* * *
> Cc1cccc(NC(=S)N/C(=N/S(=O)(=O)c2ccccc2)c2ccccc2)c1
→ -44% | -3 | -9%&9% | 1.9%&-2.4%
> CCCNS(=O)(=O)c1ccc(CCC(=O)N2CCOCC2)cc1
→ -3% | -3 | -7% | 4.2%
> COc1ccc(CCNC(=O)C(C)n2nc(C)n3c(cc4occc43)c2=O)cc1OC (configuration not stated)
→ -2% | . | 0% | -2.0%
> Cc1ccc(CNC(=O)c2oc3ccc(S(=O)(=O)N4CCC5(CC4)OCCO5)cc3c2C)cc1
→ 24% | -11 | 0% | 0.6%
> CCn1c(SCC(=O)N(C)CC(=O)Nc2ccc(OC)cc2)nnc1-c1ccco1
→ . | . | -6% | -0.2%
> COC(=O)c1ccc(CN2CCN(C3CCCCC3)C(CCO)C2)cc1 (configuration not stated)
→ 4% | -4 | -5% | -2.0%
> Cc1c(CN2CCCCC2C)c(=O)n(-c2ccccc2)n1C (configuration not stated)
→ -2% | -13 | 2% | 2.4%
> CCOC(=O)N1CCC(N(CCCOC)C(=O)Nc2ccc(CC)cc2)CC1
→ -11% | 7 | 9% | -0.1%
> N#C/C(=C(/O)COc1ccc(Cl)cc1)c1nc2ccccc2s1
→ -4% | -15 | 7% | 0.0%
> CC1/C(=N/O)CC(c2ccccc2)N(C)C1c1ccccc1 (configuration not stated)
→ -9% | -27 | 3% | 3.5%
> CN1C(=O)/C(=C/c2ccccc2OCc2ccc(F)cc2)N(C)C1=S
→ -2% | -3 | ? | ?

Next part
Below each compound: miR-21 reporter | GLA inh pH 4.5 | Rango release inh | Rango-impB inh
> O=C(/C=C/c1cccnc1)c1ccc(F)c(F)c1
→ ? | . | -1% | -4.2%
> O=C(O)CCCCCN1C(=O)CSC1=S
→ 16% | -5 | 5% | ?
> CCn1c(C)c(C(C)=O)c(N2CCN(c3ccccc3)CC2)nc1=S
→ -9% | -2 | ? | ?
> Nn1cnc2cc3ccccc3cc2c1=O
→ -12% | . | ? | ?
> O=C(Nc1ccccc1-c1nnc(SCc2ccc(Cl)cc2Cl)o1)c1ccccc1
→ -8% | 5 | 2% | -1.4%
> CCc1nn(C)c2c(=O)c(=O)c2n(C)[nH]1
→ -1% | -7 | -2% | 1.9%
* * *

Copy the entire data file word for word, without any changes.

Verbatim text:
> Cc1cccc(NC(=S)N/C(=N/S(=O)(=O)c2ccccc2)c2ccccc2)c1
→ -44% | -3 | -9%&9% | 1.9%&-2.4%
> CCCNS(=O)(=O)c1ccc(CCC(=O)N2CCOCC2)cc1
→ -3% | -3 | -7% | 4.2%
> COc1ccc(CCNC(=O)C(C)n2nc(C)n3c(cc4occc43)c2=O)cc1OC (configuration not stated)
→ -2% | . | 0% | -2.0%
> Cc1ccc(CNC(=O)c2oc3ccc(S(=O)(=O)N4CCC5(CC4)OCCO5)cc3c2C)cc1
→ 24% | -11 | 0% | 0.6%
> CCn1c(SCC(=O)N(C)CC(=O)Nc2ccc(OC)cc2)nnc1-c1ccco1
→ . | . | -6% | -0.2%
> COC(=O)c1ccc(CN2CCN(C3CCCCC3)C(CCO)C2)cc1 (configuration not stated)
→ 4% | -4 | -5% | -2.0%
> Cc1c(CN2CCCCC2C)c(=O)n(-c2ccccc2)n1C (configuration not stated)
→ -2% | -13 | 2% | 2.4%
> CCOC(=O)N1CCC(N(CCCOC)C(=O)Nc2ccc(CC)cc2)CC1
→ -11% | 7 | 9% | -0.1%
> N#C/C(=C(/O)COc1ccc(Cl)cc1)c1nc2ccccc2s1
→ -4% | -15 | 7% | 0.0%
> CC1/C(=N/O)CC(c2ccccc2)N(C)C1c1ccccc1 (configuration not stated)
→ -9% | -27 | 3% | 3.5%
> CN1C(=O)/C(=C/c2ccccc2OCc2ccc(F)cc2)N(C)C1=S
→ -2% | -3 | ? | ?

Next part
Below each compound: miR-21 reporter | GLA inh pH 4.5 | Rango release inh | Rango-impB inh
> O=C(/C=C/c1cccnc1)c1ccc(F)c(F)c1
→ ? | . | -1% | -4.2%
> O=C(O)CCCCCN1C(=O)CSC1=S
→ 16% | -5 | 5% | ?
> CCn1c(C)c(C(C)=O)c(N2CCN(c3ccccc3)CC2)nc1=S
→ -9% | -2 | ? | ?
> Nn1cnc2cc3ccccc3cc2c1=O
→ -12% | . | ? | ?
> O=C(Nc1ccccc1-c1nnc(SCc2ccc(Cl)cc2Cl)o1)c1ccccc1
→ -8% | 5 | 2% | -1.4%
> CCc1nn(C)c2c(=O)c(=O)c2n(C)[nH]1
→ -1% | -7 | -2% | 1.9%